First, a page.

To explain a bit about what Finding Food Fluency can represent, I’d like to introduce to everyone today’s meal, mehari-zushi (sushi becomes zushi, depending on the preceding sound), coming to us from Japan.
Mehari-zushi – 目張り寿司 – is one of the oldest recorded fast foods in Japan, dating back hundreds of years to Kumano city in Wakayama prefecture (source, in Japanese: https://gurutabi.gnavi.co.jp/a/a_613/). At the time, Kumano was in a state called Kishuu (紀州), which comprises of parts of present-day Wakayama and Mie prefectures. Mehari-zushi is simply a ball of vinegared rice enveloped in pickled mustard leaf. That’s right, no fish, no bait, no mayonnaise, just two major components.
The origin of the name is amusing; since the mehari-zushi clumps used come quite big – with each one intended to be a snack for hungry workers – the Japanese name roughly translate as “sushi that makes your eyes open wide,” since opening your mouth wide does the same for the eyes (見張る/みはる).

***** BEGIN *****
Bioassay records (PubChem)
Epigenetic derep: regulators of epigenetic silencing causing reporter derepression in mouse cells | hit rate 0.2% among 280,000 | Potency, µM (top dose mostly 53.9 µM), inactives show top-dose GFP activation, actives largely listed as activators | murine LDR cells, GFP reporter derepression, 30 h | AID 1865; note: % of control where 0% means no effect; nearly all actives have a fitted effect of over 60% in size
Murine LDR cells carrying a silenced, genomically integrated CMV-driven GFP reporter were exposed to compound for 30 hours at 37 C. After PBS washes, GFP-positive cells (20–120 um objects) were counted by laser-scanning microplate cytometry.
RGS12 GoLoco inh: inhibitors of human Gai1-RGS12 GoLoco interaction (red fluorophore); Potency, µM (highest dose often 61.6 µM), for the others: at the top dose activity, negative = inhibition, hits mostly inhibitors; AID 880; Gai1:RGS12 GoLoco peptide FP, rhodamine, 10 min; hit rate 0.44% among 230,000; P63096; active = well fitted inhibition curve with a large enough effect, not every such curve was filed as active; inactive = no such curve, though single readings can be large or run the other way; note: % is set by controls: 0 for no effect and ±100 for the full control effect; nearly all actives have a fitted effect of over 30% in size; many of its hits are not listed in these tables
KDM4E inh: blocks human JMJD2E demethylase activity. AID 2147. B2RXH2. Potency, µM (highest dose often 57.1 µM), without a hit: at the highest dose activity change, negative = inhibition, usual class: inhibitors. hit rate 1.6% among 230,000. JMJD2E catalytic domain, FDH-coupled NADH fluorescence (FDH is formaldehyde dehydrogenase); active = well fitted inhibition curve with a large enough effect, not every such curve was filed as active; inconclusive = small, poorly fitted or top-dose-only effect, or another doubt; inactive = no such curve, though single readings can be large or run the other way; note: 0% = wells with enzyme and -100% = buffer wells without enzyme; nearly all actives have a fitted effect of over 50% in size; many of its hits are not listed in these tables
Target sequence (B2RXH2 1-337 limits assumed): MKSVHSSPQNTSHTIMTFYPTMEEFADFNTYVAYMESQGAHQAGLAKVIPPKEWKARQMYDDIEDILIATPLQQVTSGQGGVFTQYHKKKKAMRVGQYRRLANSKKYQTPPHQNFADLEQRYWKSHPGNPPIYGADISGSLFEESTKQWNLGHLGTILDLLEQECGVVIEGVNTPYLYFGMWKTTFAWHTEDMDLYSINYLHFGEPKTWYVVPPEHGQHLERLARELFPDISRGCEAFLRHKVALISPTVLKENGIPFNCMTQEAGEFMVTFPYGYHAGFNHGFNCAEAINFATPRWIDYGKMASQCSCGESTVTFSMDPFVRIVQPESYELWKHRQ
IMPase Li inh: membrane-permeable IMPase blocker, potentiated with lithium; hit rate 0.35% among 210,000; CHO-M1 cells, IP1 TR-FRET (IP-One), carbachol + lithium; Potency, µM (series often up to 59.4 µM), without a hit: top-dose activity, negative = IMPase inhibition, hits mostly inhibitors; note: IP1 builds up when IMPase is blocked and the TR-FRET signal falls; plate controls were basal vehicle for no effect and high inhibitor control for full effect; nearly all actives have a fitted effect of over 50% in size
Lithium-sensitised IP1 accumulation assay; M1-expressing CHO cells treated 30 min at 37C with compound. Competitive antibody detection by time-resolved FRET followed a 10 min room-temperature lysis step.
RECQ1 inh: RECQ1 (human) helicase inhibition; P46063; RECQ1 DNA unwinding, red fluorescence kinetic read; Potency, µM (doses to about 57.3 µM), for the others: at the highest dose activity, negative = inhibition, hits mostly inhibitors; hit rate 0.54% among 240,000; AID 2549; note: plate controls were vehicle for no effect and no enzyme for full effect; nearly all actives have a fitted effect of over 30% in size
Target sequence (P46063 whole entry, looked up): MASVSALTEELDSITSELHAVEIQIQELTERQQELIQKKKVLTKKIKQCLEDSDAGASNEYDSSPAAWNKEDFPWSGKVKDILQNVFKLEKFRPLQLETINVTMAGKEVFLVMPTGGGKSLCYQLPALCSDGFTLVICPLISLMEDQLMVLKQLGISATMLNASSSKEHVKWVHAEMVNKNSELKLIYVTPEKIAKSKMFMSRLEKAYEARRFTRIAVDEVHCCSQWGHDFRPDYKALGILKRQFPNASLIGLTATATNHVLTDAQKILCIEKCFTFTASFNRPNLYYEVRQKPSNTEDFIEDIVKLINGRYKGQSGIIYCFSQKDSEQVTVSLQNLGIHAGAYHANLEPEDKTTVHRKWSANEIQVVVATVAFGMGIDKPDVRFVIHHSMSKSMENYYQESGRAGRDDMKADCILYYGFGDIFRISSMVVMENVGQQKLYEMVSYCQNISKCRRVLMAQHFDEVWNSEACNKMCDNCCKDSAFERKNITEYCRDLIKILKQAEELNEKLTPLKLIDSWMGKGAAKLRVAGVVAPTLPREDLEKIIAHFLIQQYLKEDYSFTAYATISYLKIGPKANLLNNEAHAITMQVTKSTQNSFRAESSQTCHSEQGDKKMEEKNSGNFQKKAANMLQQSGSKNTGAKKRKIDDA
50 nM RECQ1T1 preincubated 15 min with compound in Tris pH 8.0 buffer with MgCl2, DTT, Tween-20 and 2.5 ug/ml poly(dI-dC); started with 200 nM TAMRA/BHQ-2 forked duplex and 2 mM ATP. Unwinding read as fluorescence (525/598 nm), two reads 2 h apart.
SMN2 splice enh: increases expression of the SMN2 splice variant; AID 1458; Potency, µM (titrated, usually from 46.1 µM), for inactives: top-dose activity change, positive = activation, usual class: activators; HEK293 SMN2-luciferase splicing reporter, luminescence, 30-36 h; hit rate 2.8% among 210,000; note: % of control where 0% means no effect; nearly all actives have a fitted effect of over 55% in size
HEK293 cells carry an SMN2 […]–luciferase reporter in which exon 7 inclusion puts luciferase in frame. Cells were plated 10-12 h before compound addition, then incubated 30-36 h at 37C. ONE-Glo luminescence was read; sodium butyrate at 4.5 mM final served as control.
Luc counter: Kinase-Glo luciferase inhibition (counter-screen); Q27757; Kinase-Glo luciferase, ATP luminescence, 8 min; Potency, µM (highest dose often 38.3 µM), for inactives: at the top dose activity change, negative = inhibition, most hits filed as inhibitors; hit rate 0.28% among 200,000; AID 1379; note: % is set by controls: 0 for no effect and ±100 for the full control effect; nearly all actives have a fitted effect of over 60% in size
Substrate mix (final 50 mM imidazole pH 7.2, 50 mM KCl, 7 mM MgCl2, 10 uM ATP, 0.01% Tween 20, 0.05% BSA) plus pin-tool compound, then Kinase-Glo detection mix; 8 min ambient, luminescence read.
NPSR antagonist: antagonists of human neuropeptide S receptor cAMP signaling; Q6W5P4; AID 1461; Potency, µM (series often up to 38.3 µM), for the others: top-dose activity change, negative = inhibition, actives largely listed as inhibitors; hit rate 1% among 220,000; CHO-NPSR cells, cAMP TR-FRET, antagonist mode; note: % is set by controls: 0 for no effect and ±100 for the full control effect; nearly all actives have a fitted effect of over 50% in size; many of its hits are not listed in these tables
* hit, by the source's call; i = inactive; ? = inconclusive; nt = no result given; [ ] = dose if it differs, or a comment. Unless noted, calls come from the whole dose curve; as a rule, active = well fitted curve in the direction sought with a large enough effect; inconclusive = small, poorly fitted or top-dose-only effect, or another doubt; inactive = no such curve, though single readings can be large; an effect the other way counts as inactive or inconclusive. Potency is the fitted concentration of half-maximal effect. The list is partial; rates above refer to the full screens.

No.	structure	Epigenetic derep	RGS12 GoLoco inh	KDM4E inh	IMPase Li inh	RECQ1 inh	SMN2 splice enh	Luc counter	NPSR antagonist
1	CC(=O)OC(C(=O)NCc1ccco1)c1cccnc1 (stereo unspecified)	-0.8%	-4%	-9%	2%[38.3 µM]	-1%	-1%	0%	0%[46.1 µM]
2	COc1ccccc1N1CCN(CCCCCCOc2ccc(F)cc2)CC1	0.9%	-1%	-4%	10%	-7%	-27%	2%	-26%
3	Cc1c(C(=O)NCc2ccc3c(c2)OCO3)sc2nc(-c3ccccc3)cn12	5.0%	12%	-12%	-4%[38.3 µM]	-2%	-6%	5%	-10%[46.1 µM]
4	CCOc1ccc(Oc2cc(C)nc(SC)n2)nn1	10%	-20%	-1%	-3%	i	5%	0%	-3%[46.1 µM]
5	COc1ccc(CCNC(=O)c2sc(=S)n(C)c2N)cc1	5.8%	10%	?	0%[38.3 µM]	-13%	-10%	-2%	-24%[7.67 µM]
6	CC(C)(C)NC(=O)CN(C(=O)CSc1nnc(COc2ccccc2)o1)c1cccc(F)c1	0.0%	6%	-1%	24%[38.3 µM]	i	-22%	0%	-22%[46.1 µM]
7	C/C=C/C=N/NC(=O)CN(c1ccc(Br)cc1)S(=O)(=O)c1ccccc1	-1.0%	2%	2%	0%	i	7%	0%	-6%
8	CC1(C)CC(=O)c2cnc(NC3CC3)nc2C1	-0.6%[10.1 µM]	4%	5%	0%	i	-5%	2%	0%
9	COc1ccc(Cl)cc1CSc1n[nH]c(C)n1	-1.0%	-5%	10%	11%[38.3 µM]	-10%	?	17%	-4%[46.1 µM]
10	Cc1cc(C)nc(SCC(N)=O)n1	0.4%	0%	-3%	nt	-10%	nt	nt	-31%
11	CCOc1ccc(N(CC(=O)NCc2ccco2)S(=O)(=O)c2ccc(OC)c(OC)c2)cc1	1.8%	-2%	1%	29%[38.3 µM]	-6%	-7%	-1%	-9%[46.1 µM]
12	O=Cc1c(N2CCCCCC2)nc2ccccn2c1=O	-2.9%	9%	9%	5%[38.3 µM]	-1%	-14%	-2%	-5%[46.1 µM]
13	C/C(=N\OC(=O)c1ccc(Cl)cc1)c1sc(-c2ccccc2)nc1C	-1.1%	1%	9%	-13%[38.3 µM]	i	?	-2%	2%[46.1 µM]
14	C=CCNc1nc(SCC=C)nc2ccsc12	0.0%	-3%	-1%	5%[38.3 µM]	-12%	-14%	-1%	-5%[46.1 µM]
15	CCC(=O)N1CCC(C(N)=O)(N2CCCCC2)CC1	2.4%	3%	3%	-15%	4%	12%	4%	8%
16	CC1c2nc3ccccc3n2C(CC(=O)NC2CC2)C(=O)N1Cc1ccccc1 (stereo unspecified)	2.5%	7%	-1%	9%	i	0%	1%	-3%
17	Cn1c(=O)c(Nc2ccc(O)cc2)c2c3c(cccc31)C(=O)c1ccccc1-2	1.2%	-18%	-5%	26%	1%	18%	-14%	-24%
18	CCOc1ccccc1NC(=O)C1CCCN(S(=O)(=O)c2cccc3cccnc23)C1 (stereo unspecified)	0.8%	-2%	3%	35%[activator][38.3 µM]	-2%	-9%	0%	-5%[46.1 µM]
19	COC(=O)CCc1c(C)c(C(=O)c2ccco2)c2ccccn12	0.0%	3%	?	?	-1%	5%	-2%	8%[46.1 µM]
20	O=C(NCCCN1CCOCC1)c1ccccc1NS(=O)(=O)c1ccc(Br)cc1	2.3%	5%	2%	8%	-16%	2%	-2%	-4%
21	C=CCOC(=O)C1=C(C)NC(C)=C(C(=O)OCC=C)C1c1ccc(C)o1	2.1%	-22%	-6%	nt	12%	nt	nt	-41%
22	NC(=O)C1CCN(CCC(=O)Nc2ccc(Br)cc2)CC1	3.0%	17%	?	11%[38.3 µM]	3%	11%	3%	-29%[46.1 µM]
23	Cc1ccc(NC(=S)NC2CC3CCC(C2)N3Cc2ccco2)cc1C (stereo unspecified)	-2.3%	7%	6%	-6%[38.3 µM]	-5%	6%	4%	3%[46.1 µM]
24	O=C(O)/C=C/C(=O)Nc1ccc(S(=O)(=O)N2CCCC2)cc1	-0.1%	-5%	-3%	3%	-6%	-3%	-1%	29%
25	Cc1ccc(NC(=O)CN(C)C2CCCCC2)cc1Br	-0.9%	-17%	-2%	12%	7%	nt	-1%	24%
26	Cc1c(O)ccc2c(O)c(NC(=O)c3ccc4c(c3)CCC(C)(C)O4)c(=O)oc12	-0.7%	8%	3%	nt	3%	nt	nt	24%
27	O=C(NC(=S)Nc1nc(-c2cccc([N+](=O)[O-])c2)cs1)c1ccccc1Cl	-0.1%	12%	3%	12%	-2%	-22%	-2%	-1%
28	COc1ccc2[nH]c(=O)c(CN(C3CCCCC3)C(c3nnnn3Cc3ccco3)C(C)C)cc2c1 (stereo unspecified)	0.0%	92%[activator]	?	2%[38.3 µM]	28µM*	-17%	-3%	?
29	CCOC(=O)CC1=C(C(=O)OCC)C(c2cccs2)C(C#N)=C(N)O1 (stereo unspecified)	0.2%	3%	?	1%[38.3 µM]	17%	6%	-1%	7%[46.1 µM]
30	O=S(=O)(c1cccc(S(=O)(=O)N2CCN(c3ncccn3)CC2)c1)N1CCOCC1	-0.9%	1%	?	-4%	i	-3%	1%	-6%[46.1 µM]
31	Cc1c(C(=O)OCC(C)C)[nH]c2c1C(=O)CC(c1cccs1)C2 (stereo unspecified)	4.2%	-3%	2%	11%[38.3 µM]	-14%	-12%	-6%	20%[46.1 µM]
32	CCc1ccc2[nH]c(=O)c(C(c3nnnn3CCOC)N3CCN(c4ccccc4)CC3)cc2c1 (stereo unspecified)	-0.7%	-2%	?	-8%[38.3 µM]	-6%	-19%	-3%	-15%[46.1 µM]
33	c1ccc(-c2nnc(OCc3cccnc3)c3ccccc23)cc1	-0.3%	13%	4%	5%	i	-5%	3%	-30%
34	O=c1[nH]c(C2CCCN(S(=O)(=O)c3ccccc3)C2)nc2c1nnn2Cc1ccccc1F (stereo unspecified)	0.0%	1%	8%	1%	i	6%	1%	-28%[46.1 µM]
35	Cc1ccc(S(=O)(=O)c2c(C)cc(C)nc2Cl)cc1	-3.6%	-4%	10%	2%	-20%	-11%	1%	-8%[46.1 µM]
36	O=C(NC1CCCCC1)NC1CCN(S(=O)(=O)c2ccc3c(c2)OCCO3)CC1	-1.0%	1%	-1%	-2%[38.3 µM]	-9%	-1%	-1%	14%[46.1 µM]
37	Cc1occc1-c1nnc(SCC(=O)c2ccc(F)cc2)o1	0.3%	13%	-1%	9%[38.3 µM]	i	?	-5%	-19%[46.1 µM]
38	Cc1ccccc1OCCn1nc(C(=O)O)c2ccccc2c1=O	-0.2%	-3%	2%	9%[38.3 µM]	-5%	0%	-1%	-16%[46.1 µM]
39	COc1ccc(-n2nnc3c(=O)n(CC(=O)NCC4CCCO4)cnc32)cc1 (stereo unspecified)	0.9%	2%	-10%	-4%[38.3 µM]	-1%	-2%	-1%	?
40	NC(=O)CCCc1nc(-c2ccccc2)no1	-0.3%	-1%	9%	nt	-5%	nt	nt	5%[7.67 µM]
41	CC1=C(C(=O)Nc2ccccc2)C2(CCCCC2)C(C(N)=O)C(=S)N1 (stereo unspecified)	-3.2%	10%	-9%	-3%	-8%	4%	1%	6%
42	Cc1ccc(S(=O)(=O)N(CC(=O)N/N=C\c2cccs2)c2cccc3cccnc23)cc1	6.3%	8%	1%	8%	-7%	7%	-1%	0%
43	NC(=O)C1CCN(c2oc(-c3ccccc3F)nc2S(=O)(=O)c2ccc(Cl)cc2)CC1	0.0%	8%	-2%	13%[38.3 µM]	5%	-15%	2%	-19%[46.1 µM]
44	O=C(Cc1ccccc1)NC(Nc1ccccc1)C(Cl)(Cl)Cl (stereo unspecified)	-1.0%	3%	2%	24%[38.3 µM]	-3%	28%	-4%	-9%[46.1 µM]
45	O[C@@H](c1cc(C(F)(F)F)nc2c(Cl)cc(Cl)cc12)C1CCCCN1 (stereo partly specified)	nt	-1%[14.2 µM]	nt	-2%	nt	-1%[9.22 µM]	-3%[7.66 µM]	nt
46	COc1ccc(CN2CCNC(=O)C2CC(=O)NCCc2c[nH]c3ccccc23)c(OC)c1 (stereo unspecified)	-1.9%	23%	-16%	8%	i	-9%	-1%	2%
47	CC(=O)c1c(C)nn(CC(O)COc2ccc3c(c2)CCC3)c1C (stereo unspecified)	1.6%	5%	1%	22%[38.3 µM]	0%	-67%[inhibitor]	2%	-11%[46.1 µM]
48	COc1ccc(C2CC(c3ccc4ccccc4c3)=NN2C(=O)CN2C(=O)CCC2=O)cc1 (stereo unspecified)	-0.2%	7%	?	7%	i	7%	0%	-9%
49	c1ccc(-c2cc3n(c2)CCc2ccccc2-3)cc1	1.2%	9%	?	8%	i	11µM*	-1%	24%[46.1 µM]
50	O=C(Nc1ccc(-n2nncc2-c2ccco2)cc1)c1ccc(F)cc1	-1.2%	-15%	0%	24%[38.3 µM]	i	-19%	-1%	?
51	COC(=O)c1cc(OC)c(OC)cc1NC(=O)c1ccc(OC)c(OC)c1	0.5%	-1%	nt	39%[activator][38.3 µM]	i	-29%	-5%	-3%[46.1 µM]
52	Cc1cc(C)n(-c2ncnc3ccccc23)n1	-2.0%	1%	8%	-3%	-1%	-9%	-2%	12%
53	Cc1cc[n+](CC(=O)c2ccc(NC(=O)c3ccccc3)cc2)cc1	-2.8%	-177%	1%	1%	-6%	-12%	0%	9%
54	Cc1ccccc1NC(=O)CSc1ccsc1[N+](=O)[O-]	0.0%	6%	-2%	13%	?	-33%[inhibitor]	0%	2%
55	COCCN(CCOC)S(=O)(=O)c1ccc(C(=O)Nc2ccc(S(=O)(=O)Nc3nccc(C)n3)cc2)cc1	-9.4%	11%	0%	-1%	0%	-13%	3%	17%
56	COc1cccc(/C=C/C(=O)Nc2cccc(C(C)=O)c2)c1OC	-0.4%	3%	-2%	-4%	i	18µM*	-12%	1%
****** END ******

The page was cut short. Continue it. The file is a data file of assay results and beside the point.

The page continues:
Although it’s much more common in the Kansai area of Japan (where Wakayama, Osaka, and Kyoto are), a new mehari-zushi restaurant, めはりと鶏天みふく (Mehari to Chicken Ten Mifuku) opened on April 20th in the Tsukiji district of Tokyo.
As a huge fan of Japanese food and Tokyo, I can’t wait for international tourism to restart, particularly in Japan. Knowing that mehari-zushi aren’t so easy to find in the capital makes me want to add this take-out shop to the endless list of places to try.